Diabetes Mellitus In Dogs - Overview

Diabetes Mellitus In Dogs - Overview

This handout provides general information about diabetes mellitus in dogs. For information about its treatment, see the fact sheets "Diabetes Mellitus - Principles of Treatment" and "Diabetes Mellitus - Insulin Treatment". What is diabetes mellitus? Diabetes mellitus is a disease of the pancreas, a small but vital organ located near the stomach. The pancreas has two significant types of cells. One group of cells produces the enzymes necessary for proper digestion. The other group, called beta cells, produces the hormone insulin. Insulin regulates the level of glucose (sugar) in the bloodstream and controls the delivery of glucose to the tissues of the body. In simple terms, diabetes mellitus is caused by the failure of the pancreas to regulate blood sugar. The clinical signs of diabetes mellitus are related to elevated concentrations of blood glucose and the inability of the body to use glucose as an energy source. What are the clinical signs of diabetes and why do they occur? The four main symptoms of uncomplicated diabetes mellitus are increased thirst, increased urination, weight loss, and increased appetite. Glucose is a vital substance that provides much of the energy needed by cells, but it must first be absorbed by the cells. Insulin attaches to receptors on the surface of cells and opens "pores" in the cell wall that allow glucose molecules to leave the bloodstream and enter the cell's interior. Without an adequate amount of insulin to "open the door," glucose is unable to get into the cells, so it accumulates in the blood, setting in motion a series of events that result in diabetes mellitus. "When there isn't enough insulin, the cells of the body become starved for their promary source of energy - glucose." When there isn't enough insulin, the cells of the bod Continue reading >>

Diseases And Disorders Of The Endocrine System

Diseases And Disorders Of The Endocrine System

Pancreatic Islet Disorders: Diabetes and Hyperinsulinism Hyperinsulinism refers to an above-normal level of insulin in the blood of a person or animal. Learning Objectives Distinguish between the two types of hyperinsulinism: hyperglycemia and hypoglycemia Key Takeaways Hyperinsulinism can be associated with several types of medical problems, which can be roughly divided into two broad categories: hyperglycemia and hypoglycemia. Hyperglycemia or Hyperglycæmia, or high blood sugar, is a condition in which an excessive amount of glucose circulates in the blood plasma. This is generally a glucose level higher than (200 mg/dl). Hypoglycemia, or low blood sugar is an abnormally-diminished content of glucose in the blood. The principal problems arise from an inadequate supply of glucose to the brain, resulting in impairment of function (neuroglycopenia). hyperinsulinism: Hyperinsulinism refers to an above normal level of insulin in the blood of a person or animal. diabetes: A group of metabolic diseases whereby a person (or other animal) has high blood sugar due to an inability to produce, metabolize, or respond to the hormone insulin. hypoglycemia: A too low level of blood glucose. Hyperinsulinemia This refers to an above-normal level of insulin in the blood of a person or animal. Normal insulin secretion and blood levels are closely related to the level of glucose in the blood, so that a given level of insulin can be normal for one blood glucose level but low or high for another. Hyperinsulinism can be associated with several types of medical problems, which can be roughly divided into two broad and largely non-overlapping categories: those tending toward reduced sensitivity to insulin and high blood glucose levels (hyperglycemia), and those tending toward excessive insuli Continue reading >>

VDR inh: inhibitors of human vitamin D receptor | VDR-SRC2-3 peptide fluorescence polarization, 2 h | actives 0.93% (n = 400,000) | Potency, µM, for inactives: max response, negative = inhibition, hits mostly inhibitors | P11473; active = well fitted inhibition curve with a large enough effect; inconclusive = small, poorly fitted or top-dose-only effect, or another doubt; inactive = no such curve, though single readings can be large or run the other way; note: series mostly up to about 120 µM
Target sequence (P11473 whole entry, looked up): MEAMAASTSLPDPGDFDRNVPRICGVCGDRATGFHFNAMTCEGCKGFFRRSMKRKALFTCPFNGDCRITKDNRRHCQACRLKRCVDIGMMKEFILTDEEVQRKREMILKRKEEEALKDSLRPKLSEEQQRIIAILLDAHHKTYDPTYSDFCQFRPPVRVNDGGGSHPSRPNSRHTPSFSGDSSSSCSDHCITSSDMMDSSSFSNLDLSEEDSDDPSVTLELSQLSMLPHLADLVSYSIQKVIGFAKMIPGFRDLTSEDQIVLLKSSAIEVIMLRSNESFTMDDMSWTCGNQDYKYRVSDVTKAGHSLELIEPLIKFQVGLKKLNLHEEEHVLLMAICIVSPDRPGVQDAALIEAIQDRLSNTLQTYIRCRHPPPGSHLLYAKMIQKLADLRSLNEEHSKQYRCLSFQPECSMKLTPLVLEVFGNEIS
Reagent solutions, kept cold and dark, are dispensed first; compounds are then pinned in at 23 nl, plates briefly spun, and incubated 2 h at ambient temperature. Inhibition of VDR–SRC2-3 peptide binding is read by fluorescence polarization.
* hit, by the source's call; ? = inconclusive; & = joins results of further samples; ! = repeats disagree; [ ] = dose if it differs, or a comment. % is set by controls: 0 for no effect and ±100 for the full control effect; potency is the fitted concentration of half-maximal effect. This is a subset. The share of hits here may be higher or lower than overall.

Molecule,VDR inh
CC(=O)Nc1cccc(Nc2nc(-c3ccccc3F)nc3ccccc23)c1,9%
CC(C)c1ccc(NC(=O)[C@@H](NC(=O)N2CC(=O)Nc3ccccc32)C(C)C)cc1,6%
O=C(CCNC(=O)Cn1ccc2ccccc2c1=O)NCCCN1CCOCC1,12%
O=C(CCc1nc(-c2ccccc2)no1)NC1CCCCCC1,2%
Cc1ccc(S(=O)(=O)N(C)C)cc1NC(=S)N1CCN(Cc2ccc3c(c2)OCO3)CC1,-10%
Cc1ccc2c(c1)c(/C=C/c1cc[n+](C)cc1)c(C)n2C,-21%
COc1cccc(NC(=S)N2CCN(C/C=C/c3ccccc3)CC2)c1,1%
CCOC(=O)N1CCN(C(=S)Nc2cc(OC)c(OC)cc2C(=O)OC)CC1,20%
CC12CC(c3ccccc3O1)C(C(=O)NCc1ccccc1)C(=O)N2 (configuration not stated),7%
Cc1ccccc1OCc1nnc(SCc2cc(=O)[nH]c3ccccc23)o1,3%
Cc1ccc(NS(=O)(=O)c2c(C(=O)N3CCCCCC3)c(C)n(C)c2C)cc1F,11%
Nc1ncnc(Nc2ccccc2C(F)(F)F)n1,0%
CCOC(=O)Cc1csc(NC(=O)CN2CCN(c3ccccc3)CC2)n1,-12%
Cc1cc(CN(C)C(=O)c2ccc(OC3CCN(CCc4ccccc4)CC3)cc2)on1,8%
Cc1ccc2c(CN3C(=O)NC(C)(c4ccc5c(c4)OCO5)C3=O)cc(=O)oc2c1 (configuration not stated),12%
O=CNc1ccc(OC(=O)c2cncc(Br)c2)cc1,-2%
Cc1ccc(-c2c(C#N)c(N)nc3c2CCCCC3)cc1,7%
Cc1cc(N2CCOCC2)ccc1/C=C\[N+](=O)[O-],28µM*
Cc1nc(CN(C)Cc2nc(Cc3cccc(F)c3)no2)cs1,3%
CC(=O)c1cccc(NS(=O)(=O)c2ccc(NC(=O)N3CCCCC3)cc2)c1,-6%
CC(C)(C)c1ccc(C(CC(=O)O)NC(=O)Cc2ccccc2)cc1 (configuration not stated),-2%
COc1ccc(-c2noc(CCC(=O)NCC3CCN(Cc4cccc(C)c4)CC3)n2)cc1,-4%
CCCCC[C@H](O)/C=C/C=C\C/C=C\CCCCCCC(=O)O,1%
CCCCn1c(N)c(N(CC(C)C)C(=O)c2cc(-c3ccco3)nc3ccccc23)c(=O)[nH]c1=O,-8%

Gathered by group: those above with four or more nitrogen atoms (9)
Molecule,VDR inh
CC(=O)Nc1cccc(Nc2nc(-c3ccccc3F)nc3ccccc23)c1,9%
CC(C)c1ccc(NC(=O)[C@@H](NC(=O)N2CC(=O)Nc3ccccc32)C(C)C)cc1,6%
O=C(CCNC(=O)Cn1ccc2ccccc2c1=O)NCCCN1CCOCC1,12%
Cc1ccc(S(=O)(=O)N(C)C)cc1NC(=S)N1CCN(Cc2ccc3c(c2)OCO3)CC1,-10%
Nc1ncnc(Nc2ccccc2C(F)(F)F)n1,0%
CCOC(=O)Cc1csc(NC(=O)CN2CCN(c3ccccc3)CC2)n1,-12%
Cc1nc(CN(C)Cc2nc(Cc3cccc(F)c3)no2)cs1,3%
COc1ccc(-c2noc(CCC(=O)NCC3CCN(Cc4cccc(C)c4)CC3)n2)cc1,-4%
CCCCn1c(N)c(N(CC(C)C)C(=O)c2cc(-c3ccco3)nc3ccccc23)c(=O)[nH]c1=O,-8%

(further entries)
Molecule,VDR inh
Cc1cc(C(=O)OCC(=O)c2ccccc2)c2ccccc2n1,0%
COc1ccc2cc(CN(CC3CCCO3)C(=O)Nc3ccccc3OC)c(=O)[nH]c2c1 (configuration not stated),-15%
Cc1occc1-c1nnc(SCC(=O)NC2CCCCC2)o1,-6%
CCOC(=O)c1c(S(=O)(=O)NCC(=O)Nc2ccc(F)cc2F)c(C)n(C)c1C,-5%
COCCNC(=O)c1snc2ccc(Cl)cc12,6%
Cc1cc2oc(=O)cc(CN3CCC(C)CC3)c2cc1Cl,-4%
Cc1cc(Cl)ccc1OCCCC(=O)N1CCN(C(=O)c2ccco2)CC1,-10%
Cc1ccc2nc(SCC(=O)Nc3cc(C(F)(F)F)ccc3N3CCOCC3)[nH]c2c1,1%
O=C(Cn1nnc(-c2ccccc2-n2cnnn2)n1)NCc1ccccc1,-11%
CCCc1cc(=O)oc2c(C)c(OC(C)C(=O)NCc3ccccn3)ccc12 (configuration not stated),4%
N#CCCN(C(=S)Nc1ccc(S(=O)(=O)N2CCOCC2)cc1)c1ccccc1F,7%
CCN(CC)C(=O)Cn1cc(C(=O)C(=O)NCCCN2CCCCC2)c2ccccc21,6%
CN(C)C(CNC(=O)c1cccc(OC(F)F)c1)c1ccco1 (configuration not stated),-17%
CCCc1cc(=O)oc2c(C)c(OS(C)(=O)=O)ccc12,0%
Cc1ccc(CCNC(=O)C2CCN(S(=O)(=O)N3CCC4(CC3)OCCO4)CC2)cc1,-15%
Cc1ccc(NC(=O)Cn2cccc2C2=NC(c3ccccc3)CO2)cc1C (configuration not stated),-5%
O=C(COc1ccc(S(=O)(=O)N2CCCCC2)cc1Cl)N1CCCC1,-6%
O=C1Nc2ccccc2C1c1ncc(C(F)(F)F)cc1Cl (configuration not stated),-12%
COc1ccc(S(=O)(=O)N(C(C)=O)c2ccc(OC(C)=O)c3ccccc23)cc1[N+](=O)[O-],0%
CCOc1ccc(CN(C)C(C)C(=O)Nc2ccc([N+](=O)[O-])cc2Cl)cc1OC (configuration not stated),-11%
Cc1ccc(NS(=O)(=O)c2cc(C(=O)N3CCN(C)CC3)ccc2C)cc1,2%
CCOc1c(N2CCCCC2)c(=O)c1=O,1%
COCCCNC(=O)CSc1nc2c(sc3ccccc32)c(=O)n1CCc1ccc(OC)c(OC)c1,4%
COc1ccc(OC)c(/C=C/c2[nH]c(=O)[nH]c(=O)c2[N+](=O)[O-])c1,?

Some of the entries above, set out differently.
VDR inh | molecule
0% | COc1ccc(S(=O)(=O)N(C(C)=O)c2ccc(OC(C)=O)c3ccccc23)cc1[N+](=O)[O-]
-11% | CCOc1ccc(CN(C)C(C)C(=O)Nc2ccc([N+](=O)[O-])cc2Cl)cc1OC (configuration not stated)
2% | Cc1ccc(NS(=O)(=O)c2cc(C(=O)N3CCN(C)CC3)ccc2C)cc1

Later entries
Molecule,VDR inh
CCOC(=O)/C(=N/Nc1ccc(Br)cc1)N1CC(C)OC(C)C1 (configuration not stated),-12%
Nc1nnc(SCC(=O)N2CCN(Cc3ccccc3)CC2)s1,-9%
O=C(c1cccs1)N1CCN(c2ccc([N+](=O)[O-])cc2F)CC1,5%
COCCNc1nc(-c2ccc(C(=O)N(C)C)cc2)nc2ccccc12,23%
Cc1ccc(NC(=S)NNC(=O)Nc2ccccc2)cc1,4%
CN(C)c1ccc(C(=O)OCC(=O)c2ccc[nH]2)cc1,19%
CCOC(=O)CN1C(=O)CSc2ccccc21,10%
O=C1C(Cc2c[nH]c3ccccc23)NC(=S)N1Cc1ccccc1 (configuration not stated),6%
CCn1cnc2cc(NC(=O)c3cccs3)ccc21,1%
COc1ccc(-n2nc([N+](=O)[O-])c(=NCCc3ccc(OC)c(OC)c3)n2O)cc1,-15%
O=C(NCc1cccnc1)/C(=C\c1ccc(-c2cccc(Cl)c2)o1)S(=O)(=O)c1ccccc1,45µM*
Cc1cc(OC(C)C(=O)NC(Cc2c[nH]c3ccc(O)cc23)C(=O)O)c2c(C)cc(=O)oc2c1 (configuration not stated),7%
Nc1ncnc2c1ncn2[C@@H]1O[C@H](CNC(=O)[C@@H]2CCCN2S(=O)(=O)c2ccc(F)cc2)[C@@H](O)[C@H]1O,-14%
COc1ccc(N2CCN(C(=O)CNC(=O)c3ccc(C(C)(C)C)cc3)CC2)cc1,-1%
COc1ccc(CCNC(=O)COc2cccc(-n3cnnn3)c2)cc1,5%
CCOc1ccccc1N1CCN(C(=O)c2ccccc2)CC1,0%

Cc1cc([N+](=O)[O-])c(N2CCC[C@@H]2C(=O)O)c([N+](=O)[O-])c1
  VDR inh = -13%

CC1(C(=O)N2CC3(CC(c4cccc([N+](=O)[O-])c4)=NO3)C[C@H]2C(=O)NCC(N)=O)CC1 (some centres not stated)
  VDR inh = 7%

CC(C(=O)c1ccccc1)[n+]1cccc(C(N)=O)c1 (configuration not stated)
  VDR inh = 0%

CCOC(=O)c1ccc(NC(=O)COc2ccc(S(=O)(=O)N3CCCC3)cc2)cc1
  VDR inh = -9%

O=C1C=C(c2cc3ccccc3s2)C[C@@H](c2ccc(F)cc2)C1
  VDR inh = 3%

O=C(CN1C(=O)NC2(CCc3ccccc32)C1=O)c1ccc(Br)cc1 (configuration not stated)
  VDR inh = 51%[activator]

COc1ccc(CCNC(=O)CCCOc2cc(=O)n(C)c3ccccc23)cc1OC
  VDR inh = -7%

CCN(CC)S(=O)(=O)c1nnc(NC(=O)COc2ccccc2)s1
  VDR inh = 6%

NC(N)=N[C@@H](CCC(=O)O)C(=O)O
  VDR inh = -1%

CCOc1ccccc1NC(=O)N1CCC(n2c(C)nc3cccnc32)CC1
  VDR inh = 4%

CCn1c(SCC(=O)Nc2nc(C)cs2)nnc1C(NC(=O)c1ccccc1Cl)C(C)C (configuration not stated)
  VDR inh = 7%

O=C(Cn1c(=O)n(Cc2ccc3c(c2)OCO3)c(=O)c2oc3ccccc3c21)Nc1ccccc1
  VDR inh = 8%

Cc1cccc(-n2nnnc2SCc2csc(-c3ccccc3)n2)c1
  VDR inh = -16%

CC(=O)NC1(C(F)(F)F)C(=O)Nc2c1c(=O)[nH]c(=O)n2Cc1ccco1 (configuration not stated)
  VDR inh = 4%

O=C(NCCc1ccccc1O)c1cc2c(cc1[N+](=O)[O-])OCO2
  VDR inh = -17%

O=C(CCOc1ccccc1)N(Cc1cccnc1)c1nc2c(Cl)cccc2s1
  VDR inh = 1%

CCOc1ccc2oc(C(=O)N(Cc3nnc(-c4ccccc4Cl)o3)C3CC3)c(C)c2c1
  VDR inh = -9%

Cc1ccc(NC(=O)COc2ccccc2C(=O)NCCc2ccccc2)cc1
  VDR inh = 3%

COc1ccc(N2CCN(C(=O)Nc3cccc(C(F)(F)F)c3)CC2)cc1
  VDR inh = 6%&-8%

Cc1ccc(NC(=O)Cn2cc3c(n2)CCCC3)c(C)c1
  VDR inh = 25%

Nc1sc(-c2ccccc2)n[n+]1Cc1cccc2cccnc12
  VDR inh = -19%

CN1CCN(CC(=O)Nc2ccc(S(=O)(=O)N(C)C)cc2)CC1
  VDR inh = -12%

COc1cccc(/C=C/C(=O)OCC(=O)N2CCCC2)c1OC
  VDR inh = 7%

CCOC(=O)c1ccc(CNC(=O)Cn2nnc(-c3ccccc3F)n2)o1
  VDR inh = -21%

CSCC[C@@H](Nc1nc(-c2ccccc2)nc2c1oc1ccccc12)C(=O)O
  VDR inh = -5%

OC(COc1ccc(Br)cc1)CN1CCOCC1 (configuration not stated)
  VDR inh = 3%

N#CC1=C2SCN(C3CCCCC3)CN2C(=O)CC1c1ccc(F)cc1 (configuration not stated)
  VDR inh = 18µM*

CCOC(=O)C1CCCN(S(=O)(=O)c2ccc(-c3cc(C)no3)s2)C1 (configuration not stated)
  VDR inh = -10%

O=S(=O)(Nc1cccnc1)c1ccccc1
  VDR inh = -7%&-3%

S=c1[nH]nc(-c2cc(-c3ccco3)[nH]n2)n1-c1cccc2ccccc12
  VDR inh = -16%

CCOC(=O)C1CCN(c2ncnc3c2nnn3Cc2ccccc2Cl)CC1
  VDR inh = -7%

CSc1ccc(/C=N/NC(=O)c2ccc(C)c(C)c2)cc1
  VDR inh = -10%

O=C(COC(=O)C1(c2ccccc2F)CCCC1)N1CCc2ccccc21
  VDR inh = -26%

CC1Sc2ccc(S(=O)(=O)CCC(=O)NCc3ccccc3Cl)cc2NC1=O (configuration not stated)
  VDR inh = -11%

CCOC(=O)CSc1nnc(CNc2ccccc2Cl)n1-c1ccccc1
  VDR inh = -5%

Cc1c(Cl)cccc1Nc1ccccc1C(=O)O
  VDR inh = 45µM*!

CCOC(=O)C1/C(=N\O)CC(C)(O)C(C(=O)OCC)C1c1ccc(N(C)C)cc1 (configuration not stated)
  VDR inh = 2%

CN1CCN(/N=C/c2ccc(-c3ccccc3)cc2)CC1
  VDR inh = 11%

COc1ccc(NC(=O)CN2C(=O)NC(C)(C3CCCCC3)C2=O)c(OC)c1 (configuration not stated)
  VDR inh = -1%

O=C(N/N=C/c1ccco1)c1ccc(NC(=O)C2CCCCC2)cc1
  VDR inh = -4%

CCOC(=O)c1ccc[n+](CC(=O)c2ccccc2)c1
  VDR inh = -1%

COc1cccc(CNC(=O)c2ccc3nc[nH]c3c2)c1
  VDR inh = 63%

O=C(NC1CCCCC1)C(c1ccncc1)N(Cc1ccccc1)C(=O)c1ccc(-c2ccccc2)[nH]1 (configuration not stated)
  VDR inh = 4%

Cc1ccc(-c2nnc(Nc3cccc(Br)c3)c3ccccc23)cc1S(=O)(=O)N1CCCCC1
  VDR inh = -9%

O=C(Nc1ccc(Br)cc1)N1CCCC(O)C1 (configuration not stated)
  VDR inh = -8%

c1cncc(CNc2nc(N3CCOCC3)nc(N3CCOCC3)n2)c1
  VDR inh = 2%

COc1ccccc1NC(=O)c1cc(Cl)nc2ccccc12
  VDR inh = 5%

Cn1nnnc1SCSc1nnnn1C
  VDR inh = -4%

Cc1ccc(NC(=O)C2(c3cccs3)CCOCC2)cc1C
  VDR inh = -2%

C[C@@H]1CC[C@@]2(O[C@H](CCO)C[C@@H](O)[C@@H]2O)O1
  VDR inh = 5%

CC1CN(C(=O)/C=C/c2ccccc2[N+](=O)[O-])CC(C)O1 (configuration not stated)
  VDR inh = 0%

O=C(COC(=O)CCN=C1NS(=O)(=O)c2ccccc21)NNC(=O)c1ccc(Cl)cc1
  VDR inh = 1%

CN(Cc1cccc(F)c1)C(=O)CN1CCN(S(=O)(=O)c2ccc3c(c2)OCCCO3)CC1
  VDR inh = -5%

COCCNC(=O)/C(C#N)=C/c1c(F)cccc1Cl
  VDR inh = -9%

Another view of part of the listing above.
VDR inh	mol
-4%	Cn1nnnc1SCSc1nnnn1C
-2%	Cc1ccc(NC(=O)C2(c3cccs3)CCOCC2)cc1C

9.00 Endocrine Disorders - Adult

9.00 Endocrine Disorders - Adult

Section 9.00 Endocrine Disorders A. What is an endocrine disorder? An endocrine disorder is a medical condition that causes a hormonal imbalance. When an endocrine gland functions abnormally, producing either too much of a specific hormone (hyperfunction) or too little (hypofunction), the hormonal imbalance can cause various complications in the body. The major glands of the endocrine system are the pituitary, thyroid, parathyroid, adrenal, and pancreas. B. How do we evaluate the effects of endocrine disorders? We evaluate impairments that result from endocrine disorders under the listings for other body systems. For example: 1. Pituitary gland disorders can disrupt hormone production and normal functioning in other endocrine glands and in many body systems. The effects of pituitary gland disorders vary depending on which hormones are involved. For example, when pituitary hypofunction affects water and electrolyte balance in the kidney and leads to diabetes insipidus, we evaluate the effects of recurrent dehydration under 6.00. 2. Thyroid gland disorders affect the sympathetic nervous system and normal metabolism. We evaluate thyroid-related changes in blood pressure and heart rate that cause arrhythmias or other cardiac dysfunction under 4.00; thyroid-related weight loss under 5.00; hypertensive cerebrovascular accidents (strokes) under 11.00; and cognitive limitations, mood disorders, and anxiety under 12.00. 3. Parathyroid gland disorders affect calcium levels in bone, blood, nerves, muscle, and other body tissues. We evaluate parathyroid-related osteoporosis and fractures under 1.00; abnormally elevated calcium levels in the blood (hypercalcemia) that lead to cataracts under 2.00; kidney failure under 6.00; and recurrent abnormally low blood calcium levels (hypocalc Continue reading >>